spying

NSA will delete phone records on 29th November, sort of

NSA will delete phone records on 29th November, sort of

Can an elephant forget? That might be the metaphorical question on people's minds after hearing about the NSA's move to restrict its access to phone records accumulated under the USA Patriot Act. On face value, it seems like a win for privacy and all that, but, as with all legal cases, there are always fineprints to be meticulously observed. In other words, the phone database won't exactly disappear immediately, but will hang around for a while, giving interested people some time to do what they can to squeeze out what they can.

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Coders warn that security backdoor will open a can of worms

Coders warn that security backdoor will open a can of worms

The US and UK governments continue to push for a VIP backstage access to the world's computers, networks, and devices, sometimes using the most emotional, not to mention deplorable, arguments. But such a security setup is ultimately a technical consideration and should also be driven by technical arguments. A group of industry specialists and luminaries are doing exactly that, releasing a paper that gives the proposal their stamp of disapproval, proving that not only is the backdoor access unfeasible, it will actually put countries at even more risk.

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NSA expanded warrantless internet surveillance in attempt to stop hackers

NSA expanded warrantless internet surveillance in attempt to stop hackers

New documents from Edward Snowden have revealed that since 2012, the US's National Security Agency has had an expanded ability to spy on Americans' internet data and communications, with no need to get a warrant. The documents were published in a New York Times article this week, and reveal that the NSA's goal is to find and stop hackers attempting cyberattacks from outside the country. Until now, this program was never disclosed to the public.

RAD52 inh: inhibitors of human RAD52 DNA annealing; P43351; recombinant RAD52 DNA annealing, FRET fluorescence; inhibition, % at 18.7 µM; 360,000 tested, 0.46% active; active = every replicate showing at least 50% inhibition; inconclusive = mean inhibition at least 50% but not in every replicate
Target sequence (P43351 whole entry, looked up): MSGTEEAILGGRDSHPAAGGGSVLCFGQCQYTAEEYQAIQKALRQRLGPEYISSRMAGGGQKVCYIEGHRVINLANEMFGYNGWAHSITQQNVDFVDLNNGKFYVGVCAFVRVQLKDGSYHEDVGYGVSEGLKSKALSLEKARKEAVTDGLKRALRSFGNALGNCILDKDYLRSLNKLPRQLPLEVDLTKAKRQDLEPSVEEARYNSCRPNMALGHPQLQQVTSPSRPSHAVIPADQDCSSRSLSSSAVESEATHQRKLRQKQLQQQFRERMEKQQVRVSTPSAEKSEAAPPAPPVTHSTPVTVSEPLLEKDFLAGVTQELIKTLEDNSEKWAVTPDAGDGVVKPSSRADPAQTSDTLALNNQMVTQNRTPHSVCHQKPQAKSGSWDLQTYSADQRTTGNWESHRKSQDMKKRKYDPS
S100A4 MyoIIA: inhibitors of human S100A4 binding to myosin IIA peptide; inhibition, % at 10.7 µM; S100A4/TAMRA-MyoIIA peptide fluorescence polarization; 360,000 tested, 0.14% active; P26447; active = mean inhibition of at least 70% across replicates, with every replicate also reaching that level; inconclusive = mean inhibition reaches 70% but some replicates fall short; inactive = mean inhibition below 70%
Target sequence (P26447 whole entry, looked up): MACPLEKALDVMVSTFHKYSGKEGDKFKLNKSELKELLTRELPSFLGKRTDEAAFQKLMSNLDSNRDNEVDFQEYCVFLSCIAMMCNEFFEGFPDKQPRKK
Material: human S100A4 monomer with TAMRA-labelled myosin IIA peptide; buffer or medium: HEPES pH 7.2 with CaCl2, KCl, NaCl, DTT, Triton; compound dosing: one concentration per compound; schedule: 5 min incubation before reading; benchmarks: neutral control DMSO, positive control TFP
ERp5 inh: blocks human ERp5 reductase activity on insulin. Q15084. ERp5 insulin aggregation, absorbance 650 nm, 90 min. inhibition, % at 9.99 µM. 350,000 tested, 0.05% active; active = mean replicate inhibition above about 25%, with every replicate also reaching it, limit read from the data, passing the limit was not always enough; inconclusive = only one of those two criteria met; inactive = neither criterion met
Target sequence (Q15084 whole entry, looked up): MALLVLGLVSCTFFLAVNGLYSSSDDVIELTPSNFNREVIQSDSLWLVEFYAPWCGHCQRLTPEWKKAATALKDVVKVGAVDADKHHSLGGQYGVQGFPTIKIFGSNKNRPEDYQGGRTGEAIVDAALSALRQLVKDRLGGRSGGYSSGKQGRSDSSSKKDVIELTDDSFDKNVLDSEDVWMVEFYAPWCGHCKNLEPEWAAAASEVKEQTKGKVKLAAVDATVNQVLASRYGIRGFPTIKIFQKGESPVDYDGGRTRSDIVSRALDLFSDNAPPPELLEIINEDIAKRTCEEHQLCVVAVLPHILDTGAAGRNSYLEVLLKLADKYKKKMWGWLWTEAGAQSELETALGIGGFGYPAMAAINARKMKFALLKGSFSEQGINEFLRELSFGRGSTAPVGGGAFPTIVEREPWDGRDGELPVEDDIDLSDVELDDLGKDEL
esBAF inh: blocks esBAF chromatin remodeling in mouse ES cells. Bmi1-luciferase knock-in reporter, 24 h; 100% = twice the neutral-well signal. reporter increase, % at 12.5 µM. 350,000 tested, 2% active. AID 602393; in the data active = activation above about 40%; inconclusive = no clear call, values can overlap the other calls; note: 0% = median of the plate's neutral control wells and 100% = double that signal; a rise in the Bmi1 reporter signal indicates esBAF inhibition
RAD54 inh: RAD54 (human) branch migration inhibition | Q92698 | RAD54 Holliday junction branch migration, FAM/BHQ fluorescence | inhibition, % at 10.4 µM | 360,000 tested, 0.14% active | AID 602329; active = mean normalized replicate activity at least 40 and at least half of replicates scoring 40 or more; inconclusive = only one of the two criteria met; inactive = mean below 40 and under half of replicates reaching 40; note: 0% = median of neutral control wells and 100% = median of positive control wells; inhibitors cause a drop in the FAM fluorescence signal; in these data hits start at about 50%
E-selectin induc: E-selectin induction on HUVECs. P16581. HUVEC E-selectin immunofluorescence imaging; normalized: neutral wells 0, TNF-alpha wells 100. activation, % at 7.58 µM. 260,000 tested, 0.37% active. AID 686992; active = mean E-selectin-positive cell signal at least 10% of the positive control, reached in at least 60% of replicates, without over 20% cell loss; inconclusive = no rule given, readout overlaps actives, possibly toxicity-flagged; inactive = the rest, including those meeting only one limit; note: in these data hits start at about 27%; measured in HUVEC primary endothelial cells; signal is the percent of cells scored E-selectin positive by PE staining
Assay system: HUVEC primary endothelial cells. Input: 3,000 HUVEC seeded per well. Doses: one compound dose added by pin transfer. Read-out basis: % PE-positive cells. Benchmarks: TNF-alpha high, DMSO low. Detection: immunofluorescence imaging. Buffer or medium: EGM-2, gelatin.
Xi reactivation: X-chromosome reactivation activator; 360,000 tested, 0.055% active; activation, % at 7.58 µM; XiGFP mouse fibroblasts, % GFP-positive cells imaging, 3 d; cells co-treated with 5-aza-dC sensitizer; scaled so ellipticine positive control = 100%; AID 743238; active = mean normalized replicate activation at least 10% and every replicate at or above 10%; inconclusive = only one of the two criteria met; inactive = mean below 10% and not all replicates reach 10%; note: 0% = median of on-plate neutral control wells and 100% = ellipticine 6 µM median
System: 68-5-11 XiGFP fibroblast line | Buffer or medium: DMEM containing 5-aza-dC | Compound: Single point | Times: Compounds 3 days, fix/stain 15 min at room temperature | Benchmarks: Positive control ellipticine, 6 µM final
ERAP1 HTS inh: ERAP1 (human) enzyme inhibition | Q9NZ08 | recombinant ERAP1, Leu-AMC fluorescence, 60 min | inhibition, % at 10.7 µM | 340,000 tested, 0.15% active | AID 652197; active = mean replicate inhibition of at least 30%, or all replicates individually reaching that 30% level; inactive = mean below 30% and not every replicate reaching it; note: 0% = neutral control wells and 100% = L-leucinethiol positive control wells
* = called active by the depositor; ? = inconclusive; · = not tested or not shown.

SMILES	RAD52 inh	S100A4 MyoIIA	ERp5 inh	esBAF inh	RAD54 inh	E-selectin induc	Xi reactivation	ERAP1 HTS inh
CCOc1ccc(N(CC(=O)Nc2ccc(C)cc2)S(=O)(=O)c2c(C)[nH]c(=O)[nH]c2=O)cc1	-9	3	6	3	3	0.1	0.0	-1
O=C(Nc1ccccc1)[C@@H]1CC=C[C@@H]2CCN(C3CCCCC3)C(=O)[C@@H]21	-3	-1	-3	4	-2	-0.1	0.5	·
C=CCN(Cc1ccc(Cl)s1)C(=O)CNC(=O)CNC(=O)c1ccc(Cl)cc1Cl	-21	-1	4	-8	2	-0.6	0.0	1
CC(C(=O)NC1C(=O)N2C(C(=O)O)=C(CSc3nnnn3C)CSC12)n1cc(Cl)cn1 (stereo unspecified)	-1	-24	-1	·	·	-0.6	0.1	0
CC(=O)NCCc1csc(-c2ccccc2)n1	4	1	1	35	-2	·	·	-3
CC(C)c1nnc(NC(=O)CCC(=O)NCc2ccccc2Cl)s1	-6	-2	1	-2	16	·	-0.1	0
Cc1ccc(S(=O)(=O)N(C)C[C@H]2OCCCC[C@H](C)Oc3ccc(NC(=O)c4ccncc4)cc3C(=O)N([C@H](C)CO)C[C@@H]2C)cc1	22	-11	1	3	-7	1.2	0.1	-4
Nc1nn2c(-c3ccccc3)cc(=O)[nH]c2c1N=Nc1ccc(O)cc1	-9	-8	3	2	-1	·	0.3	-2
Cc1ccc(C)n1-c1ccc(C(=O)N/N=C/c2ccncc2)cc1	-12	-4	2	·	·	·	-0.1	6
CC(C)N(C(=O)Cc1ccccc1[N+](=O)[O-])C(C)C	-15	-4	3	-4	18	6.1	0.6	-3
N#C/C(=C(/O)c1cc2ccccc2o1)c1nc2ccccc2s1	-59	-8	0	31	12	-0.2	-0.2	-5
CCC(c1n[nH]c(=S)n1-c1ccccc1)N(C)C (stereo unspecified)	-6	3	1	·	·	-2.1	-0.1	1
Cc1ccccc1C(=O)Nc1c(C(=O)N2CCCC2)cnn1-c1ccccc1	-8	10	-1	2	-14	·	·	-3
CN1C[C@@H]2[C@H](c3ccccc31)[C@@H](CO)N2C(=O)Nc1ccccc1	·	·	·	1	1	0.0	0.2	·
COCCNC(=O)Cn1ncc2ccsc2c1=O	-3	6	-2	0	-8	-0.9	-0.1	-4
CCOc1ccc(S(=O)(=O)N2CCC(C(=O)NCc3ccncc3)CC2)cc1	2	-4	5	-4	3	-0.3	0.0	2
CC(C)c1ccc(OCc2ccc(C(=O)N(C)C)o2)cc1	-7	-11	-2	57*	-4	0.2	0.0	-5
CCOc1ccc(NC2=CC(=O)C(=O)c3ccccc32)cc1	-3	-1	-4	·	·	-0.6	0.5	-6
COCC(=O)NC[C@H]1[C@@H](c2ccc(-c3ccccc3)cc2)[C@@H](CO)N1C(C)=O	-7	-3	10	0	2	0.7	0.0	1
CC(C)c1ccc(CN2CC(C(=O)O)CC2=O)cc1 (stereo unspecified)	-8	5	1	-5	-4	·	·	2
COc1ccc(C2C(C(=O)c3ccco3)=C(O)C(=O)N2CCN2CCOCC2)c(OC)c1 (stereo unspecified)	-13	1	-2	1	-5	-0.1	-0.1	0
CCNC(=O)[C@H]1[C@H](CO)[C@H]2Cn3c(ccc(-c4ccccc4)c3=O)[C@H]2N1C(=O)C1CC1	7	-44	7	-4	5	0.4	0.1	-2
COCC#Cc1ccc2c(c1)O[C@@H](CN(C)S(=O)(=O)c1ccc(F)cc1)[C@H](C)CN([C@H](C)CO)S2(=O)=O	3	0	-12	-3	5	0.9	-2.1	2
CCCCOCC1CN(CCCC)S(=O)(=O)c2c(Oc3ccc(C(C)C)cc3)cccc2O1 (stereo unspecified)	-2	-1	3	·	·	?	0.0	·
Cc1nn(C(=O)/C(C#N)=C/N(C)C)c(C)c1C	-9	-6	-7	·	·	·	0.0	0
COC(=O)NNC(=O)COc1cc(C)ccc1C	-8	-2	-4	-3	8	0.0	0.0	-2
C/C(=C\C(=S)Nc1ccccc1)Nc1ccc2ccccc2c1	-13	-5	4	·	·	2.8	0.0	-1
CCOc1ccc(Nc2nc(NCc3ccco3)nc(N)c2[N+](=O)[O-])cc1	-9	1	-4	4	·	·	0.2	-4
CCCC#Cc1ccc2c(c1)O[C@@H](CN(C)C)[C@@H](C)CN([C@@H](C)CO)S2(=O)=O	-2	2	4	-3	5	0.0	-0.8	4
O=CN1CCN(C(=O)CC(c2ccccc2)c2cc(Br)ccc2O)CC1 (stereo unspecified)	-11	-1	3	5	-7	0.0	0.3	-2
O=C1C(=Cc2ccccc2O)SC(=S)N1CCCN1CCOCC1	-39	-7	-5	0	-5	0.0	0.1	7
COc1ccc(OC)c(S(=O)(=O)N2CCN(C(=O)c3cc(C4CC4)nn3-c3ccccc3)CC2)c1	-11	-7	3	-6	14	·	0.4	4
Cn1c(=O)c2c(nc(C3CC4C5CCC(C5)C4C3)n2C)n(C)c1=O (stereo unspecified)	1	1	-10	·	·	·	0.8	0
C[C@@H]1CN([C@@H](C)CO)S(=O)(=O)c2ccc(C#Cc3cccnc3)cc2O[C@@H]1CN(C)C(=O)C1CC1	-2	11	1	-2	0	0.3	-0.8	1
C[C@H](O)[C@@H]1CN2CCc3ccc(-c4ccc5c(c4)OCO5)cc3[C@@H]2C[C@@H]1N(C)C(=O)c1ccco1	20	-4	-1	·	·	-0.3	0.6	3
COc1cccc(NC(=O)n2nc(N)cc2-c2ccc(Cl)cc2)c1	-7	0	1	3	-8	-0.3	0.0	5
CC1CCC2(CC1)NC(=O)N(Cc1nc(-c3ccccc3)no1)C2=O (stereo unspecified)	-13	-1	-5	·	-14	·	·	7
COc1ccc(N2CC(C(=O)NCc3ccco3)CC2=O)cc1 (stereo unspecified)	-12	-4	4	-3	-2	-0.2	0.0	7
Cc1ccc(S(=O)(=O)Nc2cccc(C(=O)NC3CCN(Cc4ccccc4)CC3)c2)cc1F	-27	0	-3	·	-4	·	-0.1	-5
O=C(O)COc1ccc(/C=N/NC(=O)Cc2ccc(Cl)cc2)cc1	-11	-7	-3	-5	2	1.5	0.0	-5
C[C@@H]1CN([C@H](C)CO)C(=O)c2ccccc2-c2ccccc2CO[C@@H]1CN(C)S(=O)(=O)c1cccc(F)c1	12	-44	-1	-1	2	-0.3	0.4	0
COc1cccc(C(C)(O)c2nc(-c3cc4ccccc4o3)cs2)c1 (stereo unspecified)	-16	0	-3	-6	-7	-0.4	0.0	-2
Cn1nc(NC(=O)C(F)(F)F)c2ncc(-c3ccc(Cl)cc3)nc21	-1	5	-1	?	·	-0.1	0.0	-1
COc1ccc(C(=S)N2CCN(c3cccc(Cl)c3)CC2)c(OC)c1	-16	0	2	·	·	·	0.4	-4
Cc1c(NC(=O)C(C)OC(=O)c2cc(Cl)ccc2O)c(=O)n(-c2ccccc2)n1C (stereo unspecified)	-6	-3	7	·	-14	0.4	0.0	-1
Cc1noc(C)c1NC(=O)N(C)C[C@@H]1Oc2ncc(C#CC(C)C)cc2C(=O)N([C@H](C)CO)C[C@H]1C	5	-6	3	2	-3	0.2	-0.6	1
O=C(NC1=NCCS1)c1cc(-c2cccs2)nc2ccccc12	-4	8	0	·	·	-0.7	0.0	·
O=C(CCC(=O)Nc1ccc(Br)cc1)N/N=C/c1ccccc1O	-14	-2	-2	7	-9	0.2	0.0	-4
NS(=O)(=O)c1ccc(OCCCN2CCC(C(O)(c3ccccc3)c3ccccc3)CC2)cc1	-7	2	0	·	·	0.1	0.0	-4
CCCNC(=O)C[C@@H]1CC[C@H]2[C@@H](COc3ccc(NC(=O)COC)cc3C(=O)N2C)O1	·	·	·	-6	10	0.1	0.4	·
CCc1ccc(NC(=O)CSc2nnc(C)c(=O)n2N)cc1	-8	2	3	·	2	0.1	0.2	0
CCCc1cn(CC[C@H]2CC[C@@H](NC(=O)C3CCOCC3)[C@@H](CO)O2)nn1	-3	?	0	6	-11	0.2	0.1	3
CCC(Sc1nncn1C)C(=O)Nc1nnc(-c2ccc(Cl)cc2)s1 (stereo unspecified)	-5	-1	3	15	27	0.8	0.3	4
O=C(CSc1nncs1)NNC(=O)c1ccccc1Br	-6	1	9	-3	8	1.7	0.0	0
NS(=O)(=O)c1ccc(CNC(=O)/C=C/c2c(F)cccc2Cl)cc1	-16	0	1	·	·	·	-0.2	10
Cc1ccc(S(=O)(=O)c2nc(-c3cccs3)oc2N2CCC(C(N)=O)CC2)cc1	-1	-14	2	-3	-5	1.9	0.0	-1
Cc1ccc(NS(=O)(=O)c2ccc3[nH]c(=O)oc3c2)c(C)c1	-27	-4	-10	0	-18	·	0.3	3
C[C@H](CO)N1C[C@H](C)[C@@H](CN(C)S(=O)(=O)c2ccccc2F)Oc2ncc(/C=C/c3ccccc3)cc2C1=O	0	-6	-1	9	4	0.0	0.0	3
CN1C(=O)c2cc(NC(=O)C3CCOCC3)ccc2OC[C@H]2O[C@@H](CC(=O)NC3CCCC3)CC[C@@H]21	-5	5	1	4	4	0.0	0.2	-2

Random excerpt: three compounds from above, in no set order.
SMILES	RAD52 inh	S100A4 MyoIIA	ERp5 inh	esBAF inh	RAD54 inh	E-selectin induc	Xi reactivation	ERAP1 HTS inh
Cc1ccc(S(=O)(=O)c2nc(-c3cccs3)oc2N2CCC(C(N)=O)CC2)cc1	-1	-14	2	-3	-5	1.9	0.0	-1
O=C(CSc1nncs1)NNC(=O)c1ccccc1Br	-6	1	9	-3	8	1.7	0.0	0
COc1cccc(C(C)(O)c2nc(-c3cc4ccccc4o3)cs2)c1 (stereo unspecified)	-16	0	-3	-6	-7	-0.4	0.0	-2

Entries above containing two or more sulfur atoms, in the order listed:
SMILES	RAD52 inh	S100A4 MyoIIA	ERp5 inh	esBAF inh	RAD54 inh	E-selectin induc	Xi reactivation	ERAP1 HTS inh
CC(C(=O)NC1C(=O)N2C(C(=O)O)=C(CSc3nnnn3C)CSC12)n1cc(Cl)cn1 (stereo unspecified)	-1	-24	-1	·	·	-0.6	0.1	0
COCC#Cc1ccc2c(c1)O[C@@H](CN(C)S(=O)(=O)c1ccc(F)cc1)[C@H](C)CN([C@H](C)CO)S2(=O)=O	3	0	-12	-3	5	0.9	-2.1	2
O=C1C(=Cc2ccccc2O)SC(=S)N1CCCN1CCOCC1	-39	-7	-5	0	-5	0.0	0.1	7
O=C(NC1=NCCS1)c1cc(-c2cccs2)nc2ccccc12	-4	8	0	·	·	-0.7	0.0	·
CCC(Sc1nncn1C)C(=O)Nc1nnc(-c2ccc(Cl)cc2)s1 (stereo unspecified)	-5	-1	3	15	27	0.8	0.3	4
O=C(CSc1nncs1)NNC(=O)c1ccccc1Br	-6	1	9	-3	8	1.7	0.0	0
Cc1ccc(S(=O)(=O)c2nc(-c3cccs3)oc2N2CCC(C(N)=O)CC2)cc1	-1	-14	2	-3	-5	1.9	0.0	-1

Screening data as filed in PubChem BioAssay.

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NSA eyed hijacking connections to Samsung, Google app stores

NSA eyed hijacking connections to Samsung, Google app stores

You have to hand it to the NSA and its allies. It would have moved heaven and earth to be able to spy on anyone and everyone. In the interests of national security, of course. The latest covert plans revealed by whistleblower Edward Snowden strikes at the very heart of the Android world. According to leaked documents, the NSA and its counterparts in the "Five Eyes" alliance sought to ride on the traffic that connects smartphones with the likes of Google Play Store, in order to implant spyware on these devices.

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House passes USA Freedom Act, curtails NSA’s powers

House passes USA Freedom Act, curtails NSA’s powers

The NSA and other government agencies like it have been dealt yet with another near fatal blow. Just a week after the Court of Appeals agreed with the ACLU that the agency's massive data collection spree was illegal, the House of Representative further reduces the NSA's power. In an almost landslide vote of 338 to 88, the House passed what is known now as the USA Freedom Act of 2015, which imposes limits on what the government can and cannot demand in terms of private phone data.

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Appeals court rules NSA surveillance program illegal

Appeals court rules NSA surveillance program illegal

In March, the ACLU filed a lawsuit against the NSA, claiming their surveillance program was overreaching and illegal. Today, a Federal Court of Appeals has agreed with that assertion, finding the NSA’s practice of data collection “exceeds the scope of what Congress has authorized”. This decision comes well after Edward Snowden began leaking documentation highlighting just how deep and intrusive the NSA’s domestic surveillance program is. In the ruling, Circuit Judge Gerald Lynch wrote “such an expansive concept of 'relevance' is unprecedented and unwarranted”.